“Originally, I did not have a helmet on his head, but I believe his family wanted the helmet on,” she said. “After doing all the detail on his face and his beautiful hair, I had to cover that up. I was a little bit sad about that.”
With the maquette done, it was then that the project entered the high-tech phase. The clay maquette was sent to Bollinger Atelier, a fine arts foundry located in Tempe.
"They scan the original sculpture and then put it into a computer program,” Davenport said. “With this huge block of foam, there's a drill that goes in and cuts the image exactly like the smaller maquette in whatever size you want. We went a little bit larger than life size.”
It was then time for the finishing touches.
“From there, I added clay to the foam and then did the final sculpting, and that was another two months,” said Davenport.
Davenport’s talent for capturing details is evident in the Tillman sculpture.
“I really enjoy doing portraits of people, and so this project was really exciting for me,” Davenport said. “Just capturing the person’s image and their likeness is very important to me. I really felt like I did a good job on this sculpture.”
Davenport has lived in Arizona since 1964, and along with her time as an ASU student, she has a firm grasp on how important Tillman is to the community. Honoring him is something that she thought about shortly after hearing of Tillman's death in 2004.
“I remember thinking someone was going to be able to this amazing sculpture, but I never thought it would be me," Davenport said. "I’m just very honored. It’s a dream come true for me.”
Since his death, Tillman's family has preferred to carry on his legacy in a behind-the-scenes capacity. They took a leading, if quiet, role in the creation process of the statue.
"We're grateful to Arizona State University and the Sun Devil community for honoring Pat's legacy," said Marie Tillman, Tillman's widow and Board Chair and Co-Founder of the Pat Tillman Foundation. "Pat made his mark as a student, athlete and soldier. We hope his statue stands as a reminder of the principles he lived by and his dedication to empower those around him on and off the field."
It’s been 20 years since Tillman played for the Sun Devils, but Graham feels that his legacy still hits home with today’s players.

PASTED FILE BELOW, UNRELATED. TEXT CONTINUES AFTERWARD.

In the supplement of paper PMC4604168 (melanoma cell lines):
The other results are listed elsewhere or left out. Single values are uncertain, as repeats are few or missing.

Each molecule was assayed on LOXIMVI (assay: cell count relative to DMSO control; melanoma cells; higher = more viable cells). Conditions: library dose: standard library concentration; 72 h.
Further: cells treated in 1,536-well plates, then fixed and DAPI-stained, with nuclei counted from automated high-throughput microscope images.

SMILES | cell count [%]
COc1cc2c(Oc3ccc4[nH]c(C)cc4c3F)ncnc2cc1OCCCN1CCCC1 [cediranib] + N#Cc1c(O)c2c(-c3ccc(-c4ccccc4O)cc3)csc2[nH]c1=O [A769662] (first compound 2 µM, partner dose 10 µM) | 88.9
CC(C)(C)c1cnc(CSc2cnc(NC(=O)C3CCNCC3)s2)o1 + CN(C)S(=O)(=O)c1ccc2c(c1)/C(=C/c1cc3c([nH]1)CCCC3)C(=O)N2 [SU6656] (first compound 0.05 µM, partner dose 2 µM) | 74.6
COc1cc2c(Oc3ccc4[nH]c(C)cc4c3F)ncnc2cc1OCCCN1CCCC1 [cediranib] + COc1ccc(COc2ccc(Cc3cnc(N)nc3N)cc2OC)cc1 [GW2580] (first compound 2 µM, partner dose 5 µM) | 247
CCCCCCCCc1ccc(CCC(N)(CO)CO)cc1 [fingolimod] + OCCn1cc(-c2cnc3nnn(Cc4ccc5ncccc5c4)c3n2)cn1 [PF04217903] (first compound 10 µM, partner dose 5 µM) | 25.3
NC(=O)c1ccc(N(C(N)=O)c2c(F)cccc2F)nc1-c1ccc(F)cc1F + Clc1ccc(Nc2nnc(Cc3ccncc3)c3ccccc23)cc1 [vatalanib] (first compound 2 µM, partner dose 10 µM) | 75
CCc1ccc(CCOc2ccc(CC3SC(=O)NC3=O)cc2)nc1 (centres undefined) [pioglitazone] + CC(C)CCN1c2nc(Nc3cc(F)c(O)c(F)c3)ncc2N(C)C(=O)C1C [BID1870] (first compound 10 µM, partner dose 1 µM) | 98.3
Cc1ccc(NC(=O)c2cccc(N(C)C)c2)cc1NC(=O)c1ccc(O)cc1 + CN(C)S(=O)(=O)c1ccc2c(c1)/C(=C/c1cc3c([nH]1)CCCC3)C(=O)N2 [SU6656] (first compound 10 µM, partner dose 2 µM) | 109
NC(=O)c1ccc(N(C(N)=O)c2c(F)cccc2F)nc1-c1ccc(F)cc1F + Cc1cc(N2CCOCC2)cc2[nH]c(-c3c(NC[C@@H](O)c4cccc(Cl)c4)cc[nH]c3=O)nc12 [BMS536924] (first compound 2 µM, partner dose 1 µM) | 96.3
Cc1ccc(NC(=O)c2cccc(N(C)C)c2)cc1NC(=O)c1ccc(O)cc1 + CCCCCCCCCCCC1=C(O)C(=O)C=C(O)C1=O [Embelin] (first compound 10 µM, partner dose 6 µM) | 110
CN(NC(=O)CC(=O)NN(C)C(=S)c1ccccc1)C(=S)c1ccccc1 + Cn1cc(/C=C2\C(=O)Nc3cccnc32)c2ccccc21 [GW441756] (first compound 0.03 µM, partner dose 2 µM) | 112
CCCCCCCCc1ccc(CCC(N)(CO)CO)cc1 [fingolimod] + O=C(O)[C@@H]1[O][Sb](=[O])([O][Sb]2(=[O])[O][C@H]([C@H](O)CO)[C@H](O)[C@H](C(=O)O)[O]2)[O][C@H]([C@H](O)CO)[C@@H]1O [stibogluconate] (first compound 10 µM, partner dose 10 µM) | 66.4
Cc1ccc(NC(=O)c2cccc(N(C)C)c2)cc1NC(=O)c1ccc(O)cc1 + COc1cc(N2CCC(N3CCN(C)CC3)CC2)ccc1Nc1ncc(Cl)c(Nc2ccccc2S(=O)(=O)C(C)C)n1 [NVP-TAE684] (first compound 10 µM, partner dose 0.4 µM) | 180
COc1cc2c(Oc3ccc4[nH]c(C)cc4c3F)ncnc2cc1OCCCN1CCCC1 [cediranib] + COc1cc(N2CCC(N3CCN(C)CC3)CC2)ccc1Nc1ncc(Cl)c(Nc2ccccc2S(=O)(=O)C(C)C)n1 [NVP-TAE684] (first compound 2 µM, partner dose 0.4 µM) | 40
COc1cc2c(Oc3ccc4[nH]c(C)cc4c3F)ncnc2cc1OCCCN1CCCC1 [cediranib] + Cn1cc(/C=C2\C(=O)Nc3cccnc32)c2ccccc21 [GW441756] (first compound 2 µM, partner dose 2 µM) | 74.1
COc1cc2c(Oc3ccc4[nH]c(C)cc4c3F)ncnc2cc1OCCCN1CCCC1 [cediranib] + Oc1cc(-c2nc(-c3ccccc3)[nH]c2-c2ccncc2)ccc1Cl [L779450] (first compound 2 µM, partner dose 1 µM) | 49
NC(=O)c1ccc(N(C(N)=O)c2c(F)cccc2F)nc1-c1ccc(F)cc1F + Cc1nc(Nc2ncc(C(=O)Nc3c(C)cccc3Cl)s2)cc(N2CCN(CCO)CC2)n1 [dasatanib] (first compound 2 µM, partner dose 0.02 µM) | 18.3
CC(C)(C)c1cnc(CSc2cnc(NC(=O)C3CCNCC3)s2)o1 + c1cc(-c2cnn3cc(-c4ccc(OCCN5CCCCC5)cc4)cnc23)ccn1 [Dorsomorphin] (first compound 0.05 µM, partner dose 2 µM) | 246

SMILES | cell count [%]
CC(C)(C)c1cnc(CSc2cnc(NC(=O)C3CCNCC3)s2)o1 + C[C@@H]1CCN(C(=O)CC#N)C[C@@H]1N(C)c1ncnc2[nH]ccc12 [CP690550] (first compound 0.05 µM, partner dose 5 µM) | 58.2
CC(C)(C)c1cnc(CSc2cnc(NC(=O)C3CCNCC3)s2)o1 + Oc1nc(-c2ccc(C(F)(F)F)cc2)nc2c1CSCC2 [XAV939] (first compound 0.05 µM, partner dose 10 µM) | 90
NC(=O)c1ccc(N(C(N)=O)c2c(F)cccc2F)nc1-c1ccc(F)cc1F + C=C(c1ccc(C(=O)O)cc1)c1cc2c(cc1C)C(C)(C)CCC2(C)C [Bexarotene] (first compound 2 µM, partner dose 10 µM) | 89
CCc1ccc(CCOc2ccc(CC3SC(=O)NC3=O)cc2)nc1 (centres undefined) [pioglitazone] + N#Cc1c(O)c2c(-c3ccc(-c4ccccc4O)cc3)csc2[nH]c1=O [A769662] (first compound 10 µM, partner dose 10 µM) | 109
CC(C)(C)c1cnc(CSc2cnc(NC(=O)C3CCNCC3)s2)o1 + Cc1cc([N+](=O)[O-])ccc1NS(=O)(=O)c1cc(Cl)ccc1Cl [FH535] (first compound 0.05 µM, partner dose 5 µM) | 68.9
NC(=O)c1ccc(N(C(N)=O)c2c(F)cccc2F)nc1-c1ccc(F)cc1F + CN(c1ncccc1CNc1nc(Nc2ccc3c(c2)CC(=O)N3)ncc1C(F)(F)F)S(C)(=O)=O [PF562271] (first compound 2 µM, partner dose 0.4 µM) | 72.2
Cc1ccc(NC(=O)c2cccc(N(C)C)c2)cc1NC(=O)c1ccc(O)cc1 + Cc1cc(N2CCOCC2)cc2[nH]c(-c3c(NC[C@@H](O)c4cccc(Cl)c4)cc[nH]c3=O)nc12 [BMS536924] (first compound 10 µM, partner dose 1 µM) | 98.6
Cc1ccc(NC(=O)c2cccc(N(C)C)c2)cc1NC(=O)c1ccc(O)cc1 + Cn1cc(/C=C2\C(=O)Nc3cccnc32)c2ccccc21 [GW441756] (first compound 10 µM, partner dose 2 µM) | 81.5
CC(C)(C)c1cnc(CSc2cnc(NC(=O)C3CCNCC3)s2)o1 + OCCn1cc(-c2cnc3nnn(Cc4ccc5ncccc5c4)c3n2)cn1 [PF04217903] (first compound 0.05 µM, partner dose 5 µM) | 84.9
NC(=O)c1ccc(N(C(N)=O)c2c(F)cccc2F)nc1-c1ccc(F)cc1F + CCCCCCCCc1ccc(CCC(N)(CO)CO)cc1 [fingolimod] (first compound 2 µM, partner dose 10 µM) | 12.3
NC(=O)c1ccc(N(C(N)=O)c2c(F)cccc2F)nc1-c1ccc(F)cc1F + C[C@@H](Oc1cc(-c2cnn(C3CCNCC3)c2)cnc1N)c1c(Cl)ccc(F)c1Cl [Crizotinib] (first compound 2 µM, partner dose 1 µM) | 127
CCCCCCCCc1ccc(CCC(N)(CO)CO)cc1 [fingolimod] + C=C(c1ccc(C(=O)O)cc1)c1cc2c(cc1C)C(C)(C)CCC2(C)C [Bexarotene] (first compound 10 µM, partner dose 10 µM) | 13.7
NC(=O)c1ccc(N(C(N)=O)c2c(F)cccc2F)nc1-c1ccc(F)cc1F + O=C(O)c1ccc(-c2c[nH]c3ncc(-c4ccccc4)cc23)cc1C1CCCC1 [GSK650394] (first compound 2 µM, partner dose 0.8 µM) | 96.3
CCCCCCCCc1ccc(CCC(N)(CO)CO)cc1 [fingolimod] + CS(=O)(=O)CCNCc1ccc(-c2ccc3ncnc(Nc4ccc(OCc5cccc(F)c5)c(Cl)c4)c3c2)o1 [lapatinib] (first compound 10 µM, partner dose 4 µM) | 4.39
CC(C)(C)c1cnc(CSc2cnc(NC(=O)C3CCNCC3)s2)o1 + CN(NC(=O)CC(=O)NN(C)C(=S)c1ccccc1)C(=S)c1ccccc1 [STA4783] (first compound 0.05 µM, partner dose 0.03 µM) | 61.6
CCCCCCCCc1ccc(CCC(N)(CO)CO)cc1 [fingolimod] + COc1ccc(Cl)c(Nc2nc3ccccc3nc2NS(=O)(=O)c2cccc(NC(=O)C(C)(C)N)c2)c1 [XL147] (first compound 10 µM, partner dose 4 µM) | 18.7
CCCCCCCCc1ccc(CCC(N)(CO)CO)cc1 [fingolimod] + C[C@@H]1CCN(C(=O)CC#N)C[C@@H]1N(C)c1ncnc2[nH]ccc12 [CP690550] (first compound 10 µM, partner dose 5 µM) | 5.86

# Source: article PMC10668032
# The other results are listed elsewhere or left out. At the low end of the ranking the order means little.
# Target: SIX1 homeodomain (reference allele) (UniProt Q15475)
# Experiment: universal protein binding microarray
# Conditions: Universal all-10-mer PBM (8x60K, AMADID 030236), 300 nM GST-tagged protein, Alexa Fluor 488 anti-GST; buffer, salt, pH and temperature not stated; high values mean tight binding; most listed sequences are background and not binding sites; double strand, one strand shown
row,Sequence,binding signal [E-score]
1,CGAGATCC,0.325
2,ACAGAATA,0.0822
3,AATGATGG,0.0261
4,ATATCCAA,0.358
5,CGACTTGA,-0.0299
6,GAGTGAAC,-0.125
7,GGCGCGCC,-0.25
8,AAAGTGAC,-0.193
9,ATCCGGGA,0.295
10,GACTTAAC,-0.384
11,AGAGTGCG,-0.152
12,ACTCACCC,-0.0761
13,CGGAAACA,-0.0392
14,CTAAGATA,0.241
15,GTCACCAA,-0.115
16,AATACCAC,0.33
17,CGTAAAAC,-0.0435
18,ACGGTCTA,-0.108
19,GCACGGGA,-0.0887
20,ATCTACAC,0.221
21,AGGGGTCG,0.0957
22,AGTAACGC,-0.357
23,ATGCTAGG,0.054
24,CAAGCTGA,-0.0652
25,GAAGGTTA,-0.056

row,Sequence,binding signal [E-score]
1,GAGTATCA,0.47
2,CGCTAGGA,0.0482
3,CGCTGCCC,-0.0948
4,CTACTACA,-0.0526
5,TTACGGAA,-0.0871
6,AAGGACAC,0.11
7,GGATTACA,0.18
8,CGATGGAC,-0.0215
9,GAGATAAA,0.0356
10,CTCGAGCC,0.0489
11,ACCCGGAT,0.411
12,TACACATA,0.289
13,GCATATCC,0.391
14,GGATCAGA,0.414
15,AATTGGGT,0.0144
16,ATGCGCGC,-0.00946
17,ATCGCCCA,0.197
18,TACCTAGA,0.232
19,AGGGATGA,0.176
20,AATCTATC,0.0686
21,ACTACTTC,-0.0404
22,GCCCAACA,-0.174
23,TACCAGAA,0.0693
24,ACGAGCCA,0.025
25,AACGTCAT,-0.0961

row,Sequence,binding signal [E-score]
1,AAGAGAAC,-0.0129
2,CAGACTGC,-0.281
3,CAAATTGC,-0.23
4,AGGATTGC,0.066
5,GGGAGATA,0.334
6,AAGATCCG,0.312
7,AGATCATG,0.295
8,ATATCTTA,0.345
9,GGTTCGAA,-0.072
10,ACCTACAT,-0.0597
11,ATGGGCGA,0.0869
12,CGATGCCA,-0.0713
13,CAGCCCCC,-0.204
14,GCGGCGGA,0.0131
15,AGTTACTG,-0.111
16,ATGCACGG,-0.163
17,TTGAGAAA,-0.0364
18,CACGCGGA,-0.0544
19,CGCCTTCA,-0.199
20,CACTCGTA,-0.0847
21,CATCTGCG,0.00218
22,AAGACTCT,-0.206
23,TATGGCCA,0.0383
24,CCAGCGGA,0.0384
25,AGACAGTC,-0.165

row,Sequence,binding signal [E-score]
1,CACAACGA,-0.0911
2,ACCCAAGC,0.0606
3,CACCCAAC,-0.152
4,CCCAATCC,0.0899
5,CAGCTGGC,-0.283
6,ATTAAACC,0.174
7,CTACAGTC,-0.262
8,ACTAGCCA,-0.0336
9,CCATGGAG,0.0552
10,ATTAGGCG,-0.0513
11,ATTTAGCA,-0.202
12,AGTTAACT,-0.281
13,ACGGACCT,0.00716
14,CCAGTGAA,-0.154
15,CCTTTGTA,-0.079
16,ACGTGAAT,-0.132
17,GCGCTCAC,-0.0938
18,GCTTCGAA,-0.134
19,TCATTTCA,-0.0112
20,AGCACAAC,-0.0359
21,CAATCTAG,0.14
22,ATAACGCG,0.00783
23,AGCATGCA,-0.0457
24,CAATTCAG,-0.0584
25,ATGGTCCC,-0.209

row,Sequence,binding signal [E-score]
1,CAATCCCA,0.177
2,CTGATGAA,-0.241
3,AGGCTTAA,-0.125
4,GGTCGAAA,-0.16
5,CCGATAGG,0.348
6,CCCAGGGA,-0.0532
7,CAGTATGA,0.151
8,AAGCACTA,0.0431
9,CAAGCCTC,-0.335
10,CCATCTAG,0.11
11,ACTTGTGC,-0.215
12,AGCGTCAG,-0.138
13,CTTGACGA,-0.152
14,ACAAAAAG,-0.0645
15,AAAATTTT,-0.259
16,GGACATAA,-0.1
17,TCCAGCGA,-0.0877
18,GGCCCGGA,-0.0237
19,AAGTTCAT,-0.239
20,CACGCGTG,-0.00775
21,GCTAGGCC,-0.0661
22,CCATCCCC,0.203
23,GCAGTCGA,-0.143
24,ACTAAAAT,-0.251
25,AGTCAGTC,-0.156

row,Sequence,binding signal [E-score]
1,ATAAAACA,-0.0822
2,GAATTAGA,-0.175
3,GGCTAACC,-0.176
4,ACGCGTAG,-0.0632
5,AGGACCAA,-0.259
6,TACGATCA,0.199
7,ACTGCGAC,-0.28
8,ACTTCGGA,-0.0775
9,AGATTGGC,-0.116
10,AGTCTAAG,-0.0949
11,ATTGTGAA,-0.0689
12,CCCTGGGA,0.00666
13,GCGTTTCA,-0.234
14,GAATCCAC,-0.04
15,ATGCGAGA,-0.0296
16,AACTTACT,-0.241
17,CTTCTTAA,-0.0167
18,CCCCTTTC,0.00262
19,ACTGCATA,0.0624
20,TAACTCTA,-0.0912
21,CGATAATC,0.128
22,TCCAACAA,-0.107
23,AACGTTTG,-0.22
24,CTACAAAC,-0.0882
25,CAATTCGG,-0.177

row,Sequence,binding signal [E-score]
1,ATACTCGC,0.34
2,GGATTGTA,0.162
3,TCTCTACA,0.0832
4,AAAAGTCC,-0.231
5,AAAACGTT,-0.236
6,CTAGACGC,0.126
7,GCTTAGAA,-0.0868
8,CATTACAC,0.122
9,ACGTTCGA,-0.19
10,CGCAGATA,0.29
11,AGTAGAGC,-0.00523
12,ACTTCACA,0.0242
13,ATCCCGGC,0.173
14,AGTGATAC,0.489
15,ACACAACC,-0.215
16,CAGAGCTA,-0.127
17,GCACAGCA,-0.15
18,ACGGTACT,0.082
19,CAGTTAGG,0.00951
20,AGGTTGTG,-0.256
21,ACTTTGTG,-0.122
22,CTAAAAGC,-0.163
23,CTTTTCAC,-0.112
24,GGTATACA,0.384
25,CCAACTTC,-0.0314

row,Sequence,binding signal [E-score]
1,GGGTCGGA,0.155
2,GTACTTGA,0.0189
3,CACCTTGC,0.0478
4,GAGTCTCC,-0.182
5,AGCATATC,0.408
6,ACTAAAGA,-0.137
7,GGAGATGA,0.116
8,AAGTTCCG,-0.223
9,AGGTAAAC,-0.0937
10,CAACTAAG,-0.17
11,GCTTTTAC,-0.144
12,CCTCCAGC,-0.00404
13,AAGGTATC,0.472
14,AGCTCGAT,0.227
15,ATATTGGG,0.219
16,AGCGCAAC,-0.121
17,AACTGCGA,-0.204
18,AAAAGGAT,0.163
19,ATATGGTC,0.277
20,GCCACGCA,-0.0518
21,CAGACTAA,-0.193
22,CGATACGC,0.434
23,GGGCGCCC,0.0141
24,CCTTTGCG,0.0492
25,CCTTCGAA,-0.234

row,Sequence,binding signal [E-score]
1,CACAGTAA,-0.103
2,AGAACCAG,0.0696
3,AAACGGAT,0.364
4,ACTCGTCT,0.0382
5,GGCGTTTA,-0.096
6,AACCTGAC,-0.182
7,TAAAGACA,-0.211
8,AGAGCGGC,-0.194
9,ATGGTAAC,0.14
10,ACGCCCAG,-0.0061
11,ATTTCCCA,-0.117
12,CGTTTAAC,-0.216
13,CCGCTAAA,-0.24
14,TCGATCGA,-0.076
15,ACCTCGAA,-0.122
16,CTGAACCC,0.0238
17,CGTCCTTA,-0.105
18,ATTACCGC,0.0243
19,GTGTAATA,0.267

“I think the most powerful thing is to watch him play,” Graham said. “He played the game the way it’s supposed to be played: with an unbelievable passion. I think that really resonates with the players.
“We try to show them that this is what a being a Sun Devil is all about.”
That statue will now become a powerful reminder every game day.
“Five generations from now, you show them that tape, you get a gist of what Pat Tillman was all about,” Graham said. “And because he embodied all the things, not just one, he wasn’t just a great football player, he was a person committed to his family. He was an unbelievable teammate. He had unbelievable character because he denied himself every day. His attitude and his effort, he served his team with it every day.”
The New Tradition
On Thursday night, Graham will lead his Sun Devils out of the new Tillman Tunnel for the first time.
“We’ll start a tradition that we won’t come out of the gate anymore,” Graham said. “We’ll come out around the statue, everybody touches the statue, and then we take the field.”
Led by Pat and for Pat.
The unveiling of the Pat Tillman statue pic.twitter.com/Oeeqyv81k9— Brad Denny (@BDenny29) August 31, 2017
But what would he think of seeing his statue on the field? Graham has an idea.
“He’d say ‘If you’re going to put it out there, get your ass out there and get after it. If you’re going to do that, let’s go!’” Graham said. “As far as being a Sun Devil, I think he set the bar. If we’re going to put that statue out there, let’s go out and play. Let’s go out there and shoot for that mark.”
The team's entrance will surely be en emotional moment for every Sun Devil. Even thinking about it now brings some chills.
“I’m so happy to be a part of the project,” Davenport said while fighting back tears. “Having my work out there for everyone to see is a great honor.”
"In 100 years from now, when all of us are gone, people are going to know who this individual is,” Pearce said. “He's going to live on forever. People will be able to research him and find out the type of individual that he was."